Women write tales as diverse as Texas

“Texas also has so much history for authors to draw on, and the state also offers a wide variety of climates—and weather disasters such as tornadoes, hurricanes, and heat, always the heat—that can complicate mystery plots.”


A recent poll of mystery readers indicated that for 72 percent, the cozy was the preferred subgenre. Perhaps that’s why Murder By the Book, that wonderful Houston bookstore, put together a panel of cozy-mystery authors with ties to Texas. On the panel were Amber Royer, author of Grand Openings Can Be Murder, about a chocolatier in Galveston; Rebecca Adler, author of the Taste of Texas Mystery series, including Here Today, Gone Tamale; The Good, the Bad and the Guacamole; and Cinco De Murder; Wendy Lyn Watson, who writes mysteries of all types: contemporary, historical, and cozy, but is probably best known for an ice-cream-shop series; Melissa Bourbon, national bestselling author of nineteen mystery books, including the brand-new, collaborative Book Magic mysteries, the Lola Cruz Mysteries, A Magical Dressmaking Mystery series, and the Bread Shop Mysteries, written as Winnie Archer; Diane Kelly, a former state assistant attorney general and tax advisor who spent much of her career fighting, or inadvertently working for, white-collar criminals, writes about those crimes along with a K-9 cop series, Paw Enforcement, which reflects her love of animals.


Texas landscape was among the subjects the authors discussed, pointing out that non-Texas readers often expect West Texas landscapes and Mexican food, but are surprised by mysteries set in Galveston, North Central Texas (Watson), and the DFW Metroplex (Kelly)—five authors and five totally different settings. Texas also has so much history for authors to draw on, and the state also offers a wide variety of climates—and weather disasters such as tornadoes, hurricanes, and heat, always the heat—that can complicate mystery plots.  


Murder By the Book has a full calendar of programs that can be accessed either on their Facebook page or their YouTube channel. Upcoming this month, among others, are Walter Mosley, Charlaine Harris, and a Sisters in Crime chapter meeting.


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With the first title in her Fireside Series, When We Last Spoke, Texas author Marci Henna achieved something most authors dream of—a film showing for her work. And she did it mostly by being bold herself. 


The novel is about family and love, estrangement and forgiveness. Orphans Juliet Cranbourne, local radio personality and owner of a whimsical kitchen-gadget store, and her sister, Evangeline, a fruit-tree geneticist who works for Oregon State University, have long been estranged when Juliet convinces Evangeline to come home to Fireside, Texas, for Christmas and choose headstones to honor their grandparents. As they cruise through Fireside in Ruby's Thunderbird, Juliet hopes that healing memories will somehow smooth rough roads ahead.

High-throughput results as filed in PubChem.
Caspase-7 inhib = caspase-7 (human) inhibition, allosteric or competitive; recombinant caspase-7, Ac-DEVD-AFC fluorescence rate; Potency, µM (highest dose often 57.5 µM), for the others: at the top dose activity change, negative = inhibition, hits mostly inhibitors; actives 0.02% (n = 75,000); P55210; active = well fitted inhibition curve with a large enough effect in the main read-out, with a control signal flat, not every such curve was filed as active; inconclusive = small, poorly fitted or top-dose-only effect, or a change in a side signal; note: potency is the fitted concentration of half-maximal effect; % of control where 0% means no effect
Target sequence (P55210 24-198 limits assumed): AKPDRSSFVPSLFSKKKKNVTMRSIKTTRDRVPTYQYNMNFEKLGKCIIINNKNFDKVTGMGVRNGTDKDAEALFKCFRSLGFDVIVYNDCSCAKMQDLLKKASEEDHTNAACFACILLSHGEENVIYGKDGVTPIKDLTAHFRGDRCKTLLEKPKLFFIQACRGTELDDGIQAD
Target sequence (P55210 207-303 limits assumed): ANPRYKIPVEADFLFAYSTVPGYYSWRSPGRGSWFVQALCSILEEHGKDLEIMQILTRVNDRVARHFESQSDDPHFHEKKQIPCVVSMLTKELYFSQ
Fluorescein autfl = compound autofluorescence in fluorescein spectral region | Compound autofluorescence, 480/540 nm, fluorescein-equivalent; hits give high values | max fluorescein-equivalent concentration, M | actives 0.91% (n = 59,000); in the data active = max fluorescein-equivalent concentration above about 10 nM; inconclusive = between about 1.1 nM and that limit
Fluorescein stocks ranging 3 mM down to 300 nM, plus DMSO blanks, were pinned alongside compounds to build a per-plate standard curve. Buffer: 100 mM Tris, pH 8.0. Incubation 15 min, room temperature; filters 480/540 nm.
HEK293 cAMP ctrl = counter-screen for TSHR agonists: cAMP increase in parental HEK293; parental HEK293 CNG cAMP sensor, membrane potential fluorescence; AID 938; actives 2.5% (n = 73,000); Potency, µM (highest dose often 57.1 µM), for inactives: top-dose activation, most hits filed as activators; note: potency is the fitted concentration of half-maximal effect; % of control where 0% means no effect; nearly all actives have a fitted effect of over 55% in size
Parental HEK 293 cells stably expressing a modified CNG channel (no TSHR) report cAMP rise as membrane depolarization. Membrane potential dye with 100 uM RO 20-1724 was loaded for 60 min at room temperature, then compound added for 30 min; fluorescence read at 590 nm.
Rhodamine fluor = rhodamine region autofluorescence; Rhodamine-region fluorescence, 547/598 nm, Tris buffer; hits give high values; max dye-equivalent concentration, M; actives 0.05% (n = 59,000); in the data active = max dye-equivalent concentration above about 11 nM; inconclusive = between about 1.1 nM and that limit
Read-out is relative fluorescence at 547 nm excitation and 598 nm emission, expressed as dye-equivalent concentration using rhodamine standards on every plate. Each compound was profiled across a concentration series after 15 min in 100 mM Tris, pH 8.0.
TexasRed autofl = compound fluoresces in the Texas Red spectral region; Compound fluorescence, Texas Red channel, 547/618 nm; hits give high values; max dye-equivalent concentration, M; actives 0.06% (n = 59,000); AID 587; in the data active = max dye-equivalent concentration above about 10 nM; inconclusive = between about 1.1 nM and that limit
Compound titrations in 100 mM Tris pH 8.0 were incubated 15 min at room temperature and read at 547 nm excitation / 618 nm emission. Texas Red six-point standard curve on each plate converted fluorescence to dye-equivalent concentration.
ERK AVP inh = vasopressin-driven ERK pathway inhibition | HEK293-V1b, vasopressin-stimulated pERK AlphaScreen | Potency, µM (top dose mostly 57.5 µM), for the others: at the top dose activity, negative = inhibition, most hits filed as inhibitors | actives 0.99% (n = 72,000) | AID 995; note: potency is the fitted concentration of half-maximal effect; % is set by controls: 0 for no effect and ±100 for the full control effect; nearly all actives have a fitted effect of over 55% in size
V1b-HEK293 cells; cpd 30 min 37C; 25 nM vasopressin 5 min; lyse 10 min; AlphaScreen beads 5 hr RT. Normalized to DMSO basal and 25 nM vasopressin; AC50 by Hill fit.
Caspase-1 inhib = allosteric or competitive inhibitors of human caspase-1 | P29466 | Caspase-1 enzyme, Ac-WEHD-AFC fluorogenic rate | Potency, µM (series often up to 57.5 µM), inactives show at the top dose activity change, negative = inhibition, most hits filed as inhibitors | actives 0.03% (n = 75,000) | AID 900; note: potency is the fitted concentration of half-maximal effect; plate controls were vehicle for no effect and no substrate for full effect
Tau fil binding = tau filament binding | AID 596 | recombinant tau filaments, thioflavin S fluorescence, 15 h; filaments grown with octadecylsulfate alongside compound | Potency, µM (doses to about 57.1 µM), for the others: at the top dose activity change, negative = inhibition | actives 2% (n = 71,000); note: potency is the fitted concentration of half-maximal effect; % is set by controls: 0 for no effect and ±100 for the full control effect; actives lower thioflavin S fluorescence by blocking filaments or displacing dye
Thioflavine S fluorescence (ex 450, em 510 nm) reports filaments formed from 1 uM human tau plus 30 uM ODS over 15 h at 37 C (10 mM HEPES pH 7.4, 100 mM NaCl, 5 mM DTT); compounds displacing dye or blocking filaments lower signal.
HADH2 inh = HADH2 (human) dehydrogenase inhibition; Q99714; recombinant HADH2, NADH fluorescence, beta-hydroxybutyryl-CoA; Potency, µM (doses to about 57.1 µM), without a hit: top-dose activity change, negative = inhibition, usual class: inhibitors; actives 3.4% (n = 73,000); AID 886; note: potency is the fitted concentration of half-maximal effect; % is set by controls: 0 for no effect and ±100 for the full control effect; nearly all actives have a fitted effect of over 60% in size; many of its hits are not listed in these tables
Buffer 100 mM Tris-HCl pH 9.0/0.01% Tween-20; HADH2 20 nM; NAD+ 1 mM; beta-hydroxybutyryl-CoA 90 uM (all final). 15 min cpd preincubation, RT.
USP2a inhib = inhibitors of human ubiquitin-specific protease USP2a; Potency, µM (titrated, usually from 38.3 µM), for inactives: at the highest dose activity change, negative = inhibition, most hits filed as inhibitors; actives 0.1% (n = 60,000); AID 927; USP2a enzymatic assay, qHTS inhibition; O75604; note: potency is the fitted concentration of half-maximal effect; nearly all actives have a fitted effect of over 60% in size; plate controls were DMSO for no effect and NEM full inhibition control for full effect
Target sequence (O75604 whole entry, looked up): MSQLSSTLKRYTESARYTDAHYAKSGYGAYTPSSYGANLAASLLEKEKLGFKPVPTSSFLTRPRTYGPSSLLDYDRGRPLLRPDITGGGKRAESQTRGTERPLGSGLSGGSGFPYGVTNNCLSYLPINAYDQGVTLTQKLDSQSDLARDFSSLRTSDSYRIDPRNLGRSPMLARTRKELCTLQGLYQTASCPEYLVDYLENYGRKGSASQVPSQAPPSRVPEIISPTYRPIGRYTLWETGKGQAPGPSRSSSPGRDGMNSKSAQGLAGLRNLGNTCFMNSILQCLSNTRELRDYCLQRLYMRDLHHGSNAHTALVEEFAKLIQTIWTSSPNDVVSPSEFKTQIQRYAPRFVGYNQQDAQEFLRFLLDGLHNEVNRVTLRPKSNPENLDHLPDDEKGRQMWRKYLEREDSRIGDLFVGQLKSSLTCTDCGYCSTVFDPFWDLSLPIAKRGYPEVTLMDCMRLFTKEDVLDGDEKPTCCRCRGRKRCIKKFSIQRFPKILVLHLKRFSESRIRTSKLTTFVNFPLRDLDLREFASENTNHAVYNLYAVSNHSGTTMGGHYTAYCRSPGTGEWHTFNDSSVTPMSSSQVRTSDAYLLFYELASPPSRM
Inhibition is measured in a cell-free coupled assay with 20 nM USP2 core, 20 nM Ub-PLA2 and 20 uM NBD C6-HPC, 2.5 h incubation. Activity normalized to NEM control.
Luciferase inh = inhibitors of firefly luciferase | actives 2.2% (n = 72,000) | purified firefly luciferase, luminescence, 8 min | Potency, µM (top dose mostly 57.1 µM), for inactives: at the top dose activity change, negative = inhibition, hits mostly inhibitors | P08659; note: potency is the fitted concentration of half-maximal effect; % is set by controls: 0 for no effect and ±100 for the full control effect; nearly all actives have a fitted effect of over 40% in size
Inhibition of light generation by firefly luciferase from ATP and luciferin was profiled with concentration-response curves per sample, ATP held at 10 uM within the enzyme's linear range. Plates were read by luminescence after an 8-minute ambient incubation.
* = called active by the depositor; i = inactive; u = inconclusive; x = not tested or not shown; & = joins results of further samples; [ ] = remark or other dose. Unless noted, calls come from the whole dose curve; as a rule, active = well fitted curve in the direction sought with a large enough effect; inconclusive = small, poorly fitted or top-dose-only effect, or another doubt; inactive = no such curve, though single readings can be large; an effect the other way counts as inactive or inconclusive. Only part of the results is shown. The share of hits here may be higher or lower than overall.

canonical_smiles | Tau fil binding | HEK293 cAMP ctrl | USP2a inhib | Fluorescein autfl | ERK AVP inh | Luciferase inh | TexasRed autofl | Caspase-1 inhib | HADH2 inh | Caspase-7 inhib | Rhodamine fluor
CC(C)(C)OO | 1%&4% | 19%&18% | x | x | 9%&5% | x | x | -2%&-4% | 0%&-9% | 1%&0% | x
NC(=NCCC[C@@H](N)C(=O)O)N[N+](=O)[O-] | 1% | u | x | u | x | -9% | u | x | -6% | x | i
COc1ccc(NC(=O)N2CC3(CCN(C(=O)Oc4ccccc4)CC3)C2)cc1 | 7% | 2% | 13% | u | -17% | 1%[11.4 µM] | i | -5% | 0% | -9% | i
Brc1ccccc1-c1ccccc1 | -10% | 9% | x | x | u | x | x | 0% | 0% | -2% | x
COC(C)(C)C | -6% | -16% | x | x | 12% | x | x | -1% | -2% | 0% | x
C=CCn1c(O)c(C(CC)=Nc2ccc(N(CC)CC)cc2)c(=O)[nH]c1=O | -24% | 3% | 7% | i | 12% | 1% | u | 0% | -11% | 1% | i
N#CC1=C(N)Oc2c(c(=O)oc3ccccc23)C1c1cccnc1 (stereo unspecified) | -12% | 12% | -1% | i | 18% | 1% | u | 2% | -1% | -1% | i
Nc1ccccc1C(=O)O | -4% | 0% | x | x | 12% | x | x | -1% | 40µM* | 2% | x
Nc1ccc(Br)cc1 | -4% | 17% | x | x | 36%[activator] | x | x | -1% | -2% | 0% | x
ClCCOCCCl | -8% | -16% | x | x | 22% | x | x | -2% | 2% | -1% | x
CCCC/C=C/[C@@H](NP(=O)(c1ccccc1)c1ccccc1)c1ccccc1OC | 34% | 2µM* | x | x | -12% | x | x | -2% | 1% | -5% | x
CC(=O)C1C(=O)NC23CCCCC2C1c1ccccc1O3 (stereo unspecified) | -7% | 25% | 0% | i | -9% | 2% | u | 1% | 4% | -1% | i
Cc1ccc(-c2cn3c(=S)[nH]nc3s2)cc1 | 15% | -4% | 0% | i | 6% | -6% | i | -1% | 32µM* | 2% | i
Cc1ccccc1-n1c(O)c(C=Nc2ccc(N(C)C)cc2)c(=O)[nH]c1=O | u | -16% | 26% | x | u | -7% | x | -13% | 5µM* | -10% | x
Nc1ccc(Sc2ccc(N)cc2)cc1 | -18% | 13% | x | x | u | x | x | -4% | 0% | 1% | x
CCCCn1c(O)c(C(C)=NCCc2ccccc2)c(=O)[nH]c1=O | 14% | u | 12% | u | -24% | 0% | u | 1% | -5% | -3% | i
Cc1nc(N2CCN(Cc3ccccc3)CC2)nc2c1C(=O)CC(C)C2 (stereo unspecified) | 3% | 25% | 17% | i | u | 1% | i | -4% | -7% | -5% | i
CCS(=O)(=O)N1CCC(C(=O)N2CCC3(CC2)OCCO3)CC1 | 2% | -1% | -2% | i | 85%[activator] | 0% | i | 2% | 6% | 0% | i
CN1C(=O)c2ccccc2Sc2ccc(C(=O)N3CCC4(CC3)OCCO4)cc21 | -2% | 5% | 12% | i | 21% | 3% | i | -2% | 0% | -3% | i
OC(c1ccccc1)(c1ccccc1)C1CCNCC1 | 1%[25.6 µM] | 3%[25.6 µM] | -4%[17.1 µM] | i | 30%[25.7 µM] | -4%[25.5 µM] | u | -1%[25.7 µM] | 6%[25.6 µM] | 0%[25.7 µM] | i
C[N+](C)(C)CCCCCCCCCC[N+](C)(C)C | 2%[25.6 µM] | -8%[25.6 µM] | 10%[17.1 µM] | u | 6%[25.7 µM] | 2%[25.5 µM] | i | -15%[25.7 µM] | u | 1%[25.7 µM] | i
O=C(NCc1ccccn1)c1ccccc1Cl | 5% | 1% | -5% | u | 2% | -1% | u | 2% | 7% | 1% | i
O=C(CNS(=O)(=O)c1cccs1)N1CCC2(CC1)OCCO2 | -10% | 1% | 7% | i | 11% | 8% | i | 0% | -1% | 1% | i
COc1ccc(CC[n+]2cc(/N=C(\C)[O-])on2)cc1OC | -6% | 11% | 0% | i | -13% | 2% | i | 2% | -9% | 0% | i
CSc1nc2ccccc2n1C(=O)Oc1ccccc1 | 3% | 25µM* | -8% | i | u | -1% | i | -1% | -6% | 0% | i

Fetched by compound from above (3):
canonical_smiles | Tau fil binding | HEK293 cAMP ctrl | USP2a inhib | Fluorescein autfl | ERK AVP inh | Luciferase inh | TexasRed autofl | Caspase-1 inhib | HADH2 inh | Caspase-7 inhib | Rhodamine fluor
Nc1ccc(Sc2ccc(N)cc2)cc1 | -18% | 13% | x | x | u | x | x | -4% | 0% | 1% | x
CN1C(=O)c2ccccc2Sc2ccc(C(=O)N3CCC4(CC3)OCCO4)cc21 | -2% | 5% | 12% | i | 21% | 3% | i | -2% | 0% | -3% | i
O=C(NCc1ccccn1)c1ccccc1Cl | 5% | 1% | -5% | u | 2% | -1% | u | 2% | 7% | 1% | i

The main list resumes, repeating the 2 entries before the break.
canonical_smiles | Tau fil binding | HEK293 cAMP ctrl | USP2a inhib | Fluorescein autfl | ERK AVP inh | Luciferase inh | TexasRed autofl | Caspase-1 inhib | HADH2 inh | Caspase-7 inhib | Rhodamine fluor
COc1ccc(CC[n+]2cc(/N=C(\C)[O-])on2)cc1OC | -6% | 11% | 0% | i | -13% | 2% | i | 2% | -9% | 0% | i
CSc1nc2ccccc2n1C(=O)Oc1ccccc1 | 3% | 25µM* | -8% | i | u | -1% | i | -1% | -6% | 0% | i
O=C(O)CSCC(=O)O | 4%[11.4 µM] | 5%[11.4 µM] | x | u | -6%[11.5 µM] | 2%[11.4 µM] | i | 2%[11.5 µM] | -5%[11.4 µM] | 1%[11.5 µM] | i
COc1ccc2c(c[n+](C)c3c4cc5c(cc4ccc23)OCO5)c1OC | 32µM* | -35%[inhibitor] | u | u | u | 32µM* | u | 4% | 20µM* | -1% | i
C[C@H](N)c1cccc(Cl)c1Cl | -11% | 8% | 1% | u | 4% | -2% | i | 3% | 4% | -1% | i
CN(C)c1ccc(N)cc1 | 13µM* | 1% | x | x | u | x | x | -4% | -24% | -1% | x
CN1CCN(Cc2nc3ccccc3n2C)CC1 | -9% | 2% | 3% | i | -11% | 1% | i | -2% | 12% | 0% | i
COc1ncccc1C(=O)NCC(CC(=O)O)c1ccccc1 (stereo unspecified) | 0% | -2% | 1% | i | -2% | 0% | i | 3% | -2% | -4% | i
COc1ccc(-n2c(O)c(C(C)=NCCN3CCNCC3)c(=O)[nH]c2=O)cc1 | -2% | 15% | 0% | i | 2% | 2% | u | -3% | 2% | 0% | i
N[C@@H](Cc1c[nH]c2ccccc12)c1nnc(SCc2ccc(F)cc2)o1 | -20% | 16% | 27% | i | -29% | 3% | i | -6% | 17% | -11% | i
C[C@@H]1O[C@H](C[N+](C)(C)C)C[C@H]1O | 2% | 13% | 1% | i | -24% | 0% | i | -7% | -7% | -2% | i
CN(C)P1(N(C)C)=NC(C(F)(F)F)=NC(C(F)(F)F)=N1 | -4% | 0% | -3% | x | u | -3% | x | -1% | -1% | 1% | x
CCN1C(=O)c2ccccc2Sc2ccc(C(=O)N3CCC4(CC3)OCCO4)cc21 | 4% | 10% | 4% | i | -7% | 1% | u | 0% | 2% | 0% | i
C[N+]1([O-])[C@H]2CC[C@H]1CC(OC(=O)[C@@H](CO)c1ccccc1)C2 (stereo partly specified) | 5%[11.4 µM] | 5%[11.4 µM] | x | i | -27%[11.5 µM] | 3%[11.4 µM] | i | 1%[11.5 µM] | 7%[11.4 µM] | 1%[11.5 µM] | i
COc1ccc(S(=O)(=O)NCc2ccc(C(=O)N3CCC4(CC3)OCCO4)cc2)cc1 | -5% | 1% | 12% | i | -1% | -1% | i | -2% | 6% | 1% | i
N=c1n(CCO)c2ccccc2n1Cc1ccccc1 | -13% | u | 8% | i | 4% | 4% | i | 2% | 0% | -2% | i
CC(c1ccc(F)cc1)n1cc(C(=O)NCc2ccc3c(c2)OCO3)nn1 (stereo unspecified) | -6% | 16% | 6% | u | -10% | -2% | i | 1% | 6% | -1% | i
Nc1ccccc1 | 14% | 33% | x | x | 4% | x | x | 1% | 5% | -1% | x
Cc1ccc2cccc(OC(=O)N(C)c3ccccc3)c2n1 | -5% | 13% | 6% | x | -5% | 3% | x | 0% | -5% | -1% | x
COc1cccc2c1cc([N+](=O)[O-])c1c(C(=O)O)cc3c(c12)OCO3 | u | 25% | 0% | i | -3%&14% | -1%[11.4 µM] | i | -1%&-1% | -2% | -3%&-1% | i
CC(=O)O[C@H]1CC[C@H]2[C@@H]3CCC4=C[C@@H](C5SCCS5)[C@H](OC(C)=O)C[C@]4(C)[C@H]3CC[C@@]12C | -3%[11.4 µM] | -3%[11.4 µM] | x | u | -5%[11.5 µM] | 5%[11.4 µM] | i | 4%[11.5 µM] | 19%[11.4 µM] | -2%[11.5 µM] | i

As she wrote, Henna recalls, she saw the story visually, as if a movie were actually unfolding as she typed. Then she happened on a book trailer on Facebook and knew what she had to do with her manuscript. Here’s the bold part: she hired a film crew and filmed the story within a month. Then she floated the trailer on Facebook, where it caught the attention of a producer.


As Marci describes it, a couple of years of hard work passed before the film was released. When We Last Spoke is currently appearing on Amazon and Christian Cinema. It had a theatrical release this past fall and won the Audience Favorite Award at the Austin Film Festival. It will be available elsewhere later in 2021.


As for Fireside Books, there’s a second title, What Lies Ahead, and a third title coming soon, All We Ever Needed. Marci Henna proves there is a spot for love and family and old-fashioned values in today’s Texas literature—and what one author with a bit of gumption can accomplish.


Marci is fresh off the Pulpwood Queens Weekend experience, which she describes as amazing. “Kathy Murphy did an extraordinary job of planning this year's convention. What a challenge to create such a successful Zoomathon in the midst of a pandemic!”


Christie Craig is an Alabama native who now hangs her hat in Texas. Noted for suspense novels chock full of romance, humor, and a bit of sex, Craig takes a more realistic approach to murder in Don’t Look Back (Texas Justice Book #3). FBI agent Bree Ryan poses as a waitress at the Black Diamond strip club, the same club where her estranged half-sister worked until she turned up dead. When Bree's undercover assignment is compromised, she turns to the only man she knows who can help her: Connor Pierce, a rule-breaking cop with a knack for solving cold cases.


When someone breaks into Bree's apartment, Connor's detective skills aren't the only things that kick into overdrive. Although his job demands he remain detached, he finds himself tempted by Bree's intelligence and bravery. As the investigationand their attractiongrows more intense, lives are in jeopardy, and Connor finds the most important rule he must break is his own.


Other books in the Texas Justice Series are Don’t Breathe a Word and Don’t Close Your Eyes. Craig, also known for the Divorced and Desperate and the Tall, Hot, and Texan Series, also writes young-adult and fantasy novels under the pseudonym of C. C. Hunter.


Judy Alter, former director of TCU Press, is the prolific author of books, both historical and mysterious, mostly about Texas women. Her most recent book, Saving Irene, was published in September. Follow Judy at http://www.judyalter.com.